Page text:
# Electrochemical cell

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1. May 19, 2015

### AnkurGarg

In our textbook it is written that -voltmeter measures the electrode potential difference between 2 half cells (in an electrochemical cell) (electrode potential refers to the potential difference between electrode and its salt solution in which it is dipped)

it should come-voltmeter measures the potential difference between the two metal strips i.e; the cathode and the anode.i am really confused!!!

2. May 19, 2015

### Staff: Mentor

When you dip the metal strip into the solution it becomes a half cell (or, if the metal is inert, it will have potential of a half cell/redox system present in the solution).

3. May 19, 2015

### James Pelezo

One way to visualize an electrochemical voltaic cell consisting of two different electrodes is to relate the voltage difference to rolling a ball down an incline. The negative electrode (anode) is the top of the incline and the positive electrode (cathode) is the bottom of the incline. The greater the voltage differential, the steeper the incline. Charge flow (electron flow through the metallic conductors) is always from the anode (top of the incline) to the cathode (bottom of the incline). This, in essence, is why the Galvanic/Voltaic cell is a spontaneous reaction process. That is, if you were to release a ball on an incline, it would 'spontaneously' roll down to the bottom without outside assistance. Such is true when connecting the electrodes of a battery.

4. May 19, 2015

### AnkurGarg

James you didn't understood my question.I am asking for the proof -Potential difference between the two electrodes = Their electrode potential difference.

5. May 20, 2015

### James Pelezo

From a table of Standard Electrodes (see link: http://www.chemunlimited.com/Table of Reduction Potentials.pdf ), Select any two half reactions. Rule 1: electron flow is from the more negative electrode (anode) to the more positive electrode (cathode). This makes the anode the site of oxidation and the cathode the site of the reduction half-reaction. To calculate the potential difference between two electrodes, Eocell(net) = Eoreduction - Eooxidation. Choose any pair of half-reaction, substitute in the Eo formula. Eo(cell) is always > 0. If it comes out negative, switch the potential values. Then you'll have reduction - oxidation and the net voltage > 0.00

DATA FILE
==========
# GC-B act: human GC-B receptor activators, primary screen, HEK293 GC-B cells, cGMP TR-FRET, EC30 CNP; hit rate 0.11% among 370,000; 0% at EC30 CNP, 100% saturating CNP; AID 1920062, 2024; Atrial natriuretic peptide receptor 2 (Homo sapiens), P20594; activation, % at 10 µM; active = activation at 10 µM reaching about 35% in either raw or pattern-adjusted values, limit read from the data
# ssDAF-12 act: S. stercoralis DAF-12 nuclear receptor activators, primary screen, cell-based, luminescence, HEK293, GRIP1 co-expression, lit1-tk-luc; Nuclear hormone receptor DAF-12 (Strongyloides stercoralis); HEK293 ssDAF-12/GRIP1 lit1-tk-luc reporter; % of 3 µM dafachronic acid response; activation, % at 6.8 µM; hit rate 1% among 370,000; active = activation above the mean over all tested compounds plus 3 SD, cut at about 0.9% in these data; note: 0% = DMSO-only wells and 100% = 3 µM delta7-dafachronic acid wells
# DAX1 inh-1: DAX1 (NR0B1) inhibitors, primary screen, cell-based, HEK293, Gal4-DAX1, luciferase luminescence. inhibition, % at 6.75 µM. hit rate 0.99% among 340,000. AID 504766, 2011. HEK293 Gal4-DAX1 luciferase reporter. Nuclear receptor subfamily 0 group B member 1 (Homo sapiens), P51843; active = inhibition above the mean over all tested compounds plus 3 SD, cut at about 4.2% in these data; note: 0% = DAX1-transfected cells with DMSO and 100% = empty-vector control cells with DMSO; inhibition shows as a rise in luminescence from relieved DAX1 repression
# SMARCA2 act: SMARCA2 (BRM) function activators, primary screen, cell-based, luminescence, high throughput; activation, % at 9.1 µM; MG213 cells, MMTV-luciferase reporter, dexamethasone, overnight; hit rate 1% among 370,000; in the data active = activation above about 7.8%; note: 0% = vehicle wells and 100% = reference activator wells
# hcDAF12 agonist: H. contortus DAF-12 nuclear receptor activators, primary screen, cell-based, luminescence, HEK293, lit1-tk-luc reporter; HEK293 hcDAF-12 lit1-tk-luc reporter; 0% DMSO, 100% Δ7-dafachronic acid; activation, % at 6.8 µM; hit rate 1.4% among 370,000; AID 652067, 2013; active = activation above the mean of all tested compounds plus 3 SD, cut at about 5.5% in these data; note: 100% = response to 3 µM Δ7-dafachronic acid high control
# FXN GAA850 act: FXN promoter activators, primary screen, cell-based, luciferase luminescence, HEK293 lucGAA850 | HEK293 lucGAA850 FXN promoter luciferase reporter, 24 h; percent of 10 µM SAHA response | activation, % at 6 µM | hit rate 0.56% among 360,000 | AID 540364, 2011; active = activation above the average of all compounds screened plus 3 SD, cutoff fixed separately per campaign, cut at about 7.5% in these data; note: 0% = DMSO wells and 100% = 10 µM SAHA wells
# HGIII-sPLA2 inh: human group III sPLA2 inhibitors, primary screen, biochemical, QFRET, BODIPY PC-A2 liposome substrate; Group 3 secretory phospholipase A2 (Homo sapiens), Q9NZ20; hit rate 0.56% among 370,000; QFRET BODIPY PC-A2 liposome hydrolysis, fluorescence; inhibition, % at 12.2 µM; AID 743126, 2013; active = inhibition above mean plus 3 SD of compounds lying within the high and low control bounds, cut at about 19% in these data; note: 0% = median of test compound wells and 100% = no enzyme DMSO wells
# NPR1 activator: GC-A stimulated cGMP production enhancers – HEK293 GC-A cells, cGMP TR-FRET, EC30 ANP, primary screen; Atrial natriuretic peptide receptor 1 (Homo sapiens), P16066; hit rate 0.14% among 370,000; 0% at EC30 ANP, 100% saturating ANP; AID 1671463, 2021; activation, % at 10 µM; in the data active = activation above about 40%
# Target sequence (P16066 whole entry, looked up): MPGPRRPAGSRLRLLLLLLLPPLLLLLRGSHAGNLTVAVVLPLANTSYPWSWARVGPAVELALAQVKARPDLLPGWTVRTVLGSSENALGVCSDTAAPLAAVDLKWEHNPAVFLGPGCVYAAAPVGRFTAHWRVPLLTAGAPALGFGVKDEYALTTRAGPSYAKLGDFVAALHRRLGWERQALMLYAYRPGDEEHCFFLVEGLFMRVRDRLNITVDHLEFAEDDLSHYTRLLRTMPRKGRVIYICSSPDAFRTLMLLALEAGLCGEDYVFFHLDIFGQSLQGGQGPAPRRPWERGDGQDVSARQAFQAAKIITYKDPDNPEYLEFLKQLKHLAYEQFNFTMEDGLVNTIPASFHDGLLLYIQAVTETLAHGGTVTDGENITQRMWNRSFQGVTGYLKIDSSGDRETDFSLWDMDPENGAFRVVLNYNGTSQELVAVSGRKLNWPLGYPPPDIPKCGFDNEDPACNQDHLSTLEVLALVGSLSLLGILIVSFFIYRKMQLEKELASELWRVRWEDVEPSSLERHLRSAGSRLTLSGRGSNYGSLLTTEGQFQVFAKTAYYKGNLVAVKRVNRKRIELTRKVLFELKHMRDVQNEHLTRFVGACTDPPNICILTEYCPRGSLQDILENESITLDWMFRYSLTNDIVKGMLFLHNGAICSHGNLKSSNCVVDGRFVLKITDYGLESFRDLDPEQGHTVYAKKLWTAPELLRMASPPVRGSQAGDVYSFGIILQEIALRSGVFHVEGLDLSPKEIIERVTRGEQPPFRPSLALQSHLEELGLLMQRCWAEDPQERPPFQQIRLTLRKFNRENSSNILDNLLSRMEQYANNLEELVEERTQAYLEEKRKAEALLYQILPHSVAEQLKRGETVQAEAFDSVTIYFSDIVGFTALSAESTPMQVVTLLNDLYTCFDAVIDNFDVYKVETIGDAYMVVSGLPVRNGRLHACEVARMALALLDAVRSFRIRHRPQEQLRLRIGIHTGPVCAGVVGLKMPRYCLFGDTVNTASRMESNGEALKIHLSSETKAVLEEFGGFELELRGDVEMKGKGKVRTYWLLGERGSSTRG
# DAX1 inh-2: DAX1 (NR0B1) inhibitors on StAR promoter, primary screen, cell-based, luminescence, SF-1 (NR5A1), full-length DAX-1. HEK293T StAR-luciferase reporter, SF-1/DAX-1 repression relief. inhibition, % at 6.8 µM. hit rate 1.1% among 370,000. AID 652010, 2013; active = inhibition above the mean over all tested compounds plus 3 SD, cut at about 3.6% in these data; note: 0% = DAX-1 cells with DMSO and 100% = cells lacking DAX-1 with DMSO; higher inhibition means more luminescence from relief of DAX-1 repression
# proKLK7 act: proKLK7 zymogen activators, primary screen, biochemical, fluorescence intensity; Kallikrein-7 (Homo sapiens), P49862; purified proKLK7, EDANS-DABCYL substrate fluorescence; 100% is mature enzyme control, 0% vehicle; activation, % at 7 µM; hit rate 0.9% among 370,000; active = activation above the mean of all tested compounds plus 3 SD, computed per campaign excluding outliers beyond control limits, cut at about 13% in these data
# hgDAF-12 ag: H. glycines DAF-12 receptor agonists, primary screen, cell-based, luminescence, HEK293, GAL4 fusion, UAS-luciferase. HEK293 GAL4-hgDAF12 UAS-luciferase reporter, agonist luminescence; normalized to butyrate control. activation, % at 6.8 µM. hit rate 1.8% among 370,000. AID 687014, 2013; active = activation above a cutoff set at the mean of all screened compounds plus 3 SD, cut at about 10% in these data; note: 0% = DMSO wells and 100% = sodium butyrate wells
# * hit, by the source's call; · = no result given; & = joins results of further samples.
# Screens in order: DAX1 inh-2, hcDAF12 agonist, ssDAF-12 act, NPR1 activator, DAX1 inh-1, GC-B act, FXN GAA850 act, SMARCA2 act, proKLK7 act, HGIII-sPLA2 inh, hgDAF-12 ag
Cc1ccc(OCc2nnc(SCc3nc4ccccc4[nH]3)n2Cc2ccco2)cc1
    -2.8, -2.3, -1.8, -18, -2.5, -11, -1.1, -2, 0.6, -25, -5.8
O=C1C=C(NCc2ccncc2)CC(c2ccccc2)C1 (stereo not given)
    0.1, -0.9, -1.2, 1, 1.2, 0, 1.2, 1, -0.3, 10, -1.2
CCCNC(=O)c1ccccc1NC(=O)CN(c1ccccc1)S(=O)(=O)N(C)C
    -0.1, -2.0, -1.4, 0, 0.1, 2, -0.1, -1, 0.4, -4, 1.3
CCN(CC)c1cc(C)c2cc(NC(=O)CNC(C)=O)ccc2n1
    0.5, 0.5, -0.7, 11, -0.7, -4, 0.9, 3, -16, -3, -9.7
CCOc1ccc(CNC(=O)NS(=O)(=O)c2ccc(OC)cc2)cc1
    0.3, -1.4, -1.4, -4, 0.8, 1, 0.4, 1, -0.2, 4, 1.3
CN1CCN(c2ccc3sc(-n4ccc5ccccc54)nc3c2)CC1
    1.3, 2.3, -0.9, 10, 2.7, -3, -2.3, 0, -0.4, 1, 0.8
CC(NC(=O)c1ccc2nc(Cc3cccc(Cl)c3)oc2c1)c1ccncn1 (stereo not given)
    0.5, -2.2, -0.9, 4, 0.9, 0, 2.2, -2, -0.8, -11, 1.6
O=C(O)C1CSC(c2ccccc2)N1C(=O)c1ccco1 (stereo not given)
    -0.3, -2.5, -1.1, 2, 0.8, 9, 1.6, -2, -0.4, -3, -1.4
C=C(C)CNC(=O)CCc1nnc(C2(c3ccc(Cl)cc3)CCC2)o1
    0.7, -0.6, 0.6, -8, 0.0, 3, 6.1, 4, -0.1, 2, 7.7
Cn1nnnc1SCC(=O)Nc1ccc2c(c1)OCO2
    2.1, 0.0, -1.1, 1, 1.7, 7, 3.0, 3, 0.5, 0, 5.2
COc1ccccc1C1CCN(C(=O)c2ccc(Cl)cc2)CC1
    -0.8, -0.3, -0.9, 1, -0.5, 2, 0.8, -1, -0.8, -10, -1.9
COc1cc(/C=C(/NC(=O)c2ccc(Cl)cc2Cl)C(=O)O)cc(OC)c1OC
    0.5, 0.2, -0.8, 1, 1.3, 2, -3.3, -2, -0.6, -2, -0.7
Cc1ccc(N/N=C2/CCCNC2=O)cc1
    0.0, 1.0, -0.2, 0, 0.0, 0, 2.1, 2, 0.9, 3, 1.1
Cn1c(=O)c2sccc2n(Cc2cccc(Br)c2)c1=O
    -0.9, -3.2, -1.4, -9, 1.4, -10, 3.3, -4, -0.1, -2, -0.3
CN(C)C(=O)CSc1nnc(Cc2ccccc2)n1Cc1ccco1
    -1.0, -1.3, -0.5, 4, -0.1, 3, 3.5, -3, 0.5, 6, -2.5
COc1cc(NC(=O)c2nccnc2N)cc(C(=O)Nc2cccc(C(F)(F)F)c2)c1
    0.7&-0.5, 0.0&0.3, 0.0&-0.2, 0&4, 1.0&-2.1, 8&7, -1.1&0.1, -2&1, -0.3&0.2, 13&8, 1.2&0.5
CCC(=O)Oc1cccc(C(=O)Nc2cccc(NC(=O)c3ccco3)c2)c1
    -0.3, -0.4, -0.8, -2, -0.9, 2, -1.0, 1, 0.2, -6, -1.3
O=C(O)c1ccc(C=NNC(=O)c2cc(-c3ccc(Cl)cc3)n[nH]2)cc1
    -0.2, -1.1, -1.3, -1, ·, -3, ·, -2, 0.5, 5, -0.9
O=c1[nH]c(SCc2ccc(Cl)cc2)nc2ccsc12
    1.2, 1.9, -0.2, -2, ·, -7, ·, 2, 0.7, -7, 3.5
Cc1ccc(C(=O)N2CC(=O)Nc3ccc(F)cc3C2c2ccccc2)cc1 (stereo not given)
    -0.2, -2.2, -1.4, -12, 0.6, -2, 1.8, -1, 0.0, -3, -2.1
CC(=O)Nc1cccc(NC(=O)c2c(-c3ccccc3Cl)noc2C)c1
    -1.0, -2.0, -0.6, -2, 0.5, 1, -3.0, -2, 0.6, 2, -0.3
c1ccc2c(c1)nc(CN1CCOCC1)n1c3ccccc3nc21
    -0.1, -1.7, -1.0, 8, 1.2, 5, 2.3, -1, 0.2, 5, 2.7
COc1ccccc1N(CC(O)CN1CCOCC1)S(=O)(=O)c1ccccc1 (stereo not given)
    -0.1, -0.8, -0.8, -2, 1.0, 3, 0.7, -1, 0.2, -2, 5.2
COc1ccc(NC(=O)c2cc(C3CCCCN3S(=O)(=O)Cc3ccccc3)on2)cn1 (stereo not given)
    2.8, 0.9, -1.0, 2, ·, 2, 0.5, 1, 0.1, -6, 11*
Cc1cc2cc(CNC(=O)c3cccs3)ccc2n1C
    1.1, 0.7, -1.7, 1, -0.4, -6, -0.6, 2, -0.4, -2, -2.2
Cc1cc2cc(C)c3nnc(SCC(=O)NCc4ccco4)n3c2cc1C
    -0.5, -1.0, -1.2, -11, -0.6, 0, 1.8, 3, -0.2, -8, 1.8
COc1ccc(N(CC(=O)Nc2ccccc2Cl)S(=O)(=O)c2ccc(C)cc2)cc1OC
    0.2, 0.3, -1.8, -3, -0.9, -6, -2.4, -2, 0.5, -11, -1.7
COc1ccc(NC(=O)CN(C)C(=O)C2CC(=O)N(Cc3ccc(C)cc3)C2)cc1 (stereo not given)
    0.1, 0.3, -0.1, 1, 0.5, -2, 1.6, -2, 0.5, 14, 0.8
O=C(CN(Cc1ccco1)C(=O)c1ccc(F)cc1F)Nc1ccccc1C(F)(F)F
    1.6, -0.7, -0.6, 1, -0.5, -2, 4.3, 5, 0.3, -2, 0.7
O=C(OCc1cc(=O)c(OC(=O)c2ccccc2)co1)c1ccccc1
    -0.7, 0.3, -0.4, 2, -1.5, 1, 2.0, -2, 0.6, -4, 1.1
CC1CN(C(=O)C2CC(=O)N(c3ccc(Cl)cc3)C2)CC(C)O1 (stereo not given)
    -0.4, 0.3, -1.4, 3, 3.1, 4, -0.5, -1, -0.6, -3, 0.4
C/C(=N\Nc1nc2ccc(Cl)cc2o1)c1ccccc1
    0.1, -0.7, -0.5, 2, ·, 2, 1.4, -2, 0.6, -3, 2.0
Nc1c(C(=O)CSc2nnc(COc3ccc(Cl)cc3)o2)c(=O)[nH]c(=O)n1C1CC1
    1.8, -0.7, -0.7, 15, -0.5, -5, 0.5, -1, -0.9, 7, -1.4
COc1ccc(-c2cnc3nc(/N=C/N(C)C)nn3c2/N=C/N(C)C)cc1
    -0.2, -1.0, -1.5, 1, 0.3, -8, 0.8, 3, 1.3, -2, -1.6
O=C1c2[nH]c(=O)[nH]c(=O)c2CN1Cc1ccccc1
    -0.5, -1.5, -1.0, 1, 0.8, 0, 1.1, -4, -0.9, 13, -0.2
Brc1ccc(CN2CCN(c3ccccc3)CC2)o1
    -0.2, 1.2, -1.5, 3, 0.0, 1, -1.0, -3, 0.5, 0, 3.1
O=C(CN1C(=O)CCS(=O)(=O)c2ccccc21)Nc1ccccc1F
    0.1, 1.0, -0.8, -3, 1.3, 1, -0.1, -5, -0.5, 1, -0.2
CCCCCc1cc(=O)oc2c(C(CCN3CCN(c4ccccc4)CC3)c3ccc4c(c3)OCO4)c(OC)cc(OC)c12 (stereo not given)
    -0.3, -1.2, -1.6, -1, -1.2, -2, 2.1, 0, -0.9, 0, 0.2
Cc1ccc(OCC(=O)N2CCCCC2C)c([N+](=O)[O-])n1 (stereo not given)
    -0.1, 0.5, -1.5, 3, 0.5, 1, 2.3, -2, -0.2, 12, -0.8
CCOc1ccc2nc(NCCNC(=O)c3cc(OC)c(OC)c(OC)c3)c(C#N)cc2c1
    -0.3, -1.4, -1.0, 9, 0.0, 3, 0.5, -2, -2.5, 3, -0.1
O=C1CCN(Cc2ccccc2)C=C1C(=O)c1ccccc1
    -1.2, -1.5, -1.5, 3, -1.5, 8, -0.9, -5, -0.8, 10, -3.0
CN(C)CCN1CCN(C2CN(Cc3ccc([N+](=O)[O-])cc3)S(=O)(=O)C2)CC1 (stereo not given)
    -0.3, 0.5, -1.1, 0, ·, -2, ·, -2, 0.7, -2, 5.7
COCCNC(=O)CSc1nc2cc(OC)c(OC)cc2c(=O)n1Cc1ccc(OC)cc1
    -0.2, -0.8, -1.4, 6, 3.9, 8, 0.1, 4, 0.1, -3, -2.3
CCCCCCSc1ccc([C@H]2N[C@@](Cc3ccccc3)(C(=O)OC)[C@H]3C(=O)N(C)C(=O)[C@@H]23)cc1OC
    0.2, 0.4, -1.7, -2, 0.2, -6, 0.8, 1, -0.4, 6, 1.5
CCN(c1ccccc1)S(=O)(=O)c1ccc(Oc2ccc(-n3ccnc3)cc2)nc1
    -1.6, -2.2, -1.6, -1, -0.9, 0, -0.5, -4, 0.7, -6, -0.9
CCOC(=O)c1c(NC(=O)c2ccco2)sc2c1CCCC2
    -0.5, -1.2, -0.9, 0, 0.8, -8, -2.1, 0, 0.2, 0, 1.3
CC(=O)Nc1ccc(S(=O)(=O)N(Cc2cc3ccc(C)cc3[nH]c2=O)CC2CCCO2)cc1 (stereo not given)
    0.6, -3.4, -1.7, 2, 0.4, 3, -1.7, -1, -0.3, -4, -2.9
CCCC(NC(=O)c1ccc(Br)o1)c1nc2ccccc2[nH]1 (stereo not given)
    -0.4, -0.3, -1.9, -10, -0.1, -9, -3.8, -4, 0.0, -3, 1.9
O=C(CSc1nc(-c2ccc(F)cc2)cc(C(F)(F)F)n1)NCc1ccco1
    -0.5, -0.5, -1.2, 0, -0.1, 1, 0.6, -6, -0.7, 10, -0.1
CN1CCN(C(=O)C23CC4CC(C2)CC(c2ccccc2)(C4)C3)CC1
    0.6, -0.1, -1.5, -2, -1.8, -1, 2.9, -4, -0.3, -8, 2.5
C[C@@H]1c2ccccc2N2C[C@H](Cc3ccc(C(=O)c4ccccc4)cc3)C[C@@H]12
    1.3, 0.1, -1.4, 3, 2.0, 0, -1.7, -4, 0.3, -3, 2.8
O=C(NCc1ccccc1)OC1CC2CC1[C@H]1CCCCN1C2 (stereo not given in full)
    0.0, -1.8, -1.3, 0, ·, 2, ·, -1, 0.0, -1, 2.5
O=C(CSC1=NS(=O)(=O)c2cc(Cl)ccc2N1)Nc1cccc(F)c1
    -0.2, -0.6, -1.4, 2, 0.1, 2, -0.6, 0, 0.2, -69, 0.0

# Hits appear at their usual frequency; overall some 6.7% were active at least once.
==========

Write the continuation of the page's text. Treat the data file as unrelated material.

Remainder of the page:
6. May 20, 2015

### Staff: Mentor

You need to try harder explaining what the problem is. Yes, potential difference is the difference in potentials, but it is so obvious I guess that's not what you are confused about.

7. May 20, 2015

### AnkurGarg

Hm Sir you are right..So here is my confusion-A metal strip has its own potential,and the solution in which it is dipped has its own..And the difference in these 2 potential is called the electrode potential of the half cell..Similarly there is another half cell with its own electrode potential...

Now, my confusion is-voltmeter should measure the difference between the potentials of the 2 metal strips and not the electrode potential difference. But our textbook says-Voltmeter measures the electrode potential difference between 2 half cells..

Our textbook is wrong??

8. May 20, 2015

### AnkurGarg

i Got it sir!!Ty very much!!!

9. May 20, 2015

### Staff: Mentor

No, that's not the way it works.

If the metal is inert, it doesn't have its own potential* - so it will have a potential of the half cell present in the solution. In a way it acts just as a connector between the half cell in the solution and the voltmeter.

If the metal is not inert and is a part of the redox half cell (say, copper dipped in the Cu2+ solution) it will have the potential of this redox system (it will work both as a connector and the half cell part).

*That's not exactly true, every object has some potential, but it doesn't matter here.

10. May 20, 2015

### AnkurGarg

What do you mean sir,when you said-it will have potential of this redox system!!???

11. May 20, 2015

### Staff: Mentor

Imagine having a solution that contains Fe(II)/Fe(III). Dip a platinum electrode into this solution. Pt is inert and it won't react, but the potential measured using this electrode will be that of Fe(II)/Fe(III) system present in the solution.

12. May 20, 2015

### James Pelezo